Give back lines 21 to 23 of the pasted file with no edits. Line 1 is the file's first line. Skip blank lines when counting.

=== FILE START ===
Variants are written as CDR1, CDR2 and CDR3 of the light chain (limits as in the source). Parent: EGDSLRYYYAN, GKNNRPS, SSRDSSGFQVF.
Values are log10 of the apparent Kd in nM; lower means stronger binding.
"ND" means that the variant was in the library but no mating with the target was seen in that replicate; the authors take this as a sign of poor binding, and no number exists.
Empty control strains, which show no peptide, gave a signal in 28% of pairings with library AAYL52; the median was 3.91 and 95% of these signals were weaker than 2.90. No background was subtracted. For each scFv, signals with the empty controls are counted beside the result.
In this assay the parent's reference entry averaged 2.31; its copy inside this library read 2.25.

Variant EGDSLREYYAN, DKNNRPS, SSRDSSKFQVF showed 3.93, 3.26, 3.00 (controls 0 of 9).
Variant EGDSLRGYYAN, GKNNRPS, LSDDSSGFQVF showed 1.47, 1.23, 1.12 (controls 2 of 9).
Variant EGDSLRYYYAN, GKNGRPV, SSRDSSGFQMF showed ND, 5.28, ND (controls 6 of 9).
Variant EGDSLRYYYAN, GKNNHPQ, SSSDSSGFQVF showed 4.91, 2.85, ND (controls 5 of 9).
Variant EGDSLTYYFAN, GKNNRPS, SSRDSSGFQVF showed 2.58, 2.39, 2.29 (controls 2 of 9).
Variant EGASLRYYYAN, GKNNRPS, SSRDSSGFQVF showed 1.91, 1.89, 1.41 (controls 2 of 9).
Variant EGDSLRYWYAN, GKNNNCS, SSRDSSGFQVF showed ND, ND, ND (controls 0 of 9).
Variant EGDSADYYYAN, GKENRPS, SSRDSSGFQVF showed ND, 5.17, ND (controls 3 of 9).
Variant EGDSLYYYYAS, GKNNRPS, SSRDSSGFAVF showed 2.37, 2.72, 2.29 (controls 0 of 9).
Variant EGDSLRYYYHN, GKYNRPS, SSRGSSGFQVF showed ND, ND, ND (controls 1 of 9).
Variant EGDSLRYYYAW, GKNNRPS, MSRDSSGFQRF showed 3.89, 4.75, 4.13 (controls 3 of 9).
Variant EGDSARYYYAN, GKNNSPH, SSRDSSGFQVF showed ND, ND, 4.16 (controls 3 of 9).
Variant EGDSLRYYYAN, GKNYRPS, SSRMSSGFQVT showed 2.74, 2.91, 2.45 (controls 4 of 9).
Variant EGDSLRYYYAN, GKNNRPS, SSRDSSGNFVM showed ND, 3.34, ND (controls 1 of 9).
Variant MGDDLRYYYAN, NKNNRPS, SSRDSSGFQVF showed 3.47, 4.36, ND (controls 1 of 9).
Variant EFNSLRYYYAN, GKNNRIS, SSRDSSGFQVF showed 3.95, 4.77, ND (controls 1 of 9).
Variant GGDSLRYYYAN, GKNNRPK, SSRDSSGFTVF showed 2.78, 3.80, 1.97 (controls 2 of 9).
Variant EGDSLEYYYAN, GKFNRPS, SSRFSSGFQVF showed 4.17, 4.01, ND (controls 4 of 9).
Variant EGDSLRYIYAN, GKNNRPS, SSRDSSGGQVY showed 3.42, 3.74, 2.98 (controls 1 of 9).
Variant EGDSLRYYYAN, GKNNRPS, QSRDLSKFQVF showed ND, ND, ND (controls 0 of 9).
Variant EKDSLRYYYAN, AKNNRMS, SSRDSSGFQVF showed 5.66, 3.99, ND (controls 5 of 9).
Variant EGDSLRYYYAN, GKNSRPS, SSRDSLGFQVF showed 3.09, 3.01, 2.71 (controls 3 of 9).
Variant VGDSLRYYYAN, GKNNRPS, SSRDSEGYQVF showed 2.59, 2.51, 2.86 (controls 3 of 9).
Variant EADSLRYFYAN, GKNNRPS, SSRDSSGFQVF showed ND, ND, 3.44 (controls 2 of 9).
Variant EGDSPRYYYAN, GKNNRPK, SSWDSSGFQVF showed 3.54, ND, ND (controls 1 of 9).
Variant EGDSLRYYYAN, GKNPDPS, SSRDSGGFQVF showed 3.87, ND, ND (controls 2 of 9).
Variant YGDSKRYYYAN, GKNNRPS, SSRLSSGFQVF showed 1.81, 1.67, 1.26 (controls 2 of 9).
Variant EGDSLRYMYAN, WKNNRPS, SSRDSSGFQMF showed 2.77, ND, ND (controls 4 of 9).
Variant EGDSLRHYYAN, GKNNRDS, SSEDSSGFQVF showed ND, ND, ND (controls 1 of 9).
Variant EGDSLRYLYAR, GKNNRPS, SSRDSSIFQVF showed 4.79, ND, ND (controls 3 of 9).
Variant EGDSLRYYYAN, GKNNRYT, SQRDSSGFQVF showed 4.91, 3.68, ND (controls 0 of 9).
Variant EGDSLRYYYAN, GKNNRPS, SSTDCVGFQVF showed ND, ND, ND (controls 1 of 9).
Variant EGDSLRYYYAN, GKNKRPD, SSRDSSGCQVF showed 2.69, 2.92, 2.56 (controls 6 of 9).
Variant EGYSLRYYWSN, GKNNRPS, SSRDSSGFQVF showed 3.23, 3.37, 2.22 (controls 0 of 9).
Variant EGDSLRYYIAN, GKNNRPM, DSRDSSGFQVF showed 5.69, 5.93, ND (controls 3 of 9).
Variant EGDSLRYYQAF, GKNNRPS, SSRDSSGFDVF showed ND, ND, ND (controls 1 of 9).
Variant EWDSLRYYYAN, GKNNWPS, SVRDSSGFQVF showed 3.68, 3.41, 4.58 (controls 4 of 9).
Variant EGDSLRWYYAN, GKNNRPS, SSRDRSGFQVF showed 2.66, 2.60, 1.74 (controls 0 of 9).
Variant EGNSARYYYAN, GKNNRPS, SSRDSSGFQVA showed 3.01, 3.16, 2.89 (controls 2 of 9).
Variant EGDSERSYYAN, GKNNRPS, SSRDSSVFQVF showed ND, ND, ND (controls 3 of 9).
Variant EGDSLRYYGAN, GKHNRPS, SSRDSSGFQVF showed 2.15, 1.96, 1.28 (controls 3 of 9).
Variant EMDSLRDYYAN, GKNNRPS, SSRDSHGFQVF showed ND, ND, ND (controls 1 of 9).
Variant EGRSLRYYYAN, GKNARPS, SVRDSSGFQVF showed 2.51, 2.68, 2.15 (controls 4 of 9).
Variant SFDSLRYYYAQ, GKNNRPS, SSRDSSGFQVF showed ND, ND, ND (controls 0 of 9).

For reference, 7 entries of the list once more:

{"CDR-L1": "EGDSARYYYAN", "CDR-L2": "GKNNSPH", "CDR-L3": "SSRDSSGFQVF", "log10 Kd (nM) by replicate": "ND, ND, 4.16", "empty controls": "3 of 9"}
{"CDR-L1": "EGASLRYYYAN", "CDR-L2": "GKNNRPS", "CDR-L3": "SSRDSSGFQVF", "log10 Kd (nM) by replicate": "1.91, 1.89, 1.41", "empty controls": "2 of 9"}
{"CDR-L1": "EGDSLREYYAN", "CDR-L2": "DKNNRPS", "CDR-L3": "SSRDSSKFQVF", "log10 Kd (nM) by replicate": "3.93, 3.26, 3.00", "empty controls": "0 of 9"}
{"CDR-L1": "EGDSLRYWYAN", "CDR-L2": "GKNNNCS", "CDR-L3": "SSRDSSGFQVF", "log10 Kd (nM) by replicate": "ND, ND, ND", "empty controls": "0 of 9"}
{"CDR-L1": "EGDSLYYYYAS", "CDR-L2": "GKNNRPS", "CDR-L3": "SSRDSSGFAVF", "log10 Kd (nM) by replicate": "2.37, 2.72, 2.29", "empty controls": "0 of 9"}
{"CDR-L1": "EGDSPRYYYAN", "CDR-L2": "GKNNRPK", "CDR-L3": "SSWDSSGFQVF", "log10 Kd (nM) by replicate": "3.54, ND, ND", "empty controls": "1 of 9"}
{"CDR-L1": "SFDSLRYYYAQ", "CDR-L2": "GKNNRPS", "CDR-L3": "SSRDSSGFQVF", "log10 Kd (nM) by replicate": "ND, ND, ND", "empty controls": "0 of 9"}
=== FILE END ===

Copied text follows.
Variant EFNSLRYYYAN, GKNNRIS, SSRDSSGFQVF showed 3.95, 4.77, ND (controls 1 of 9).
Variant GGDSLRYYYAN, GKNNRPK, SSRDSSGFTVF showed 2.78, 3.80, 1.97 (controls 2 of 9).
Variant EGDSLEYYYAN, GKFNRPS, SSRFSSGFQVF showed 4.17, 4.01, ND (controls 4 of 9).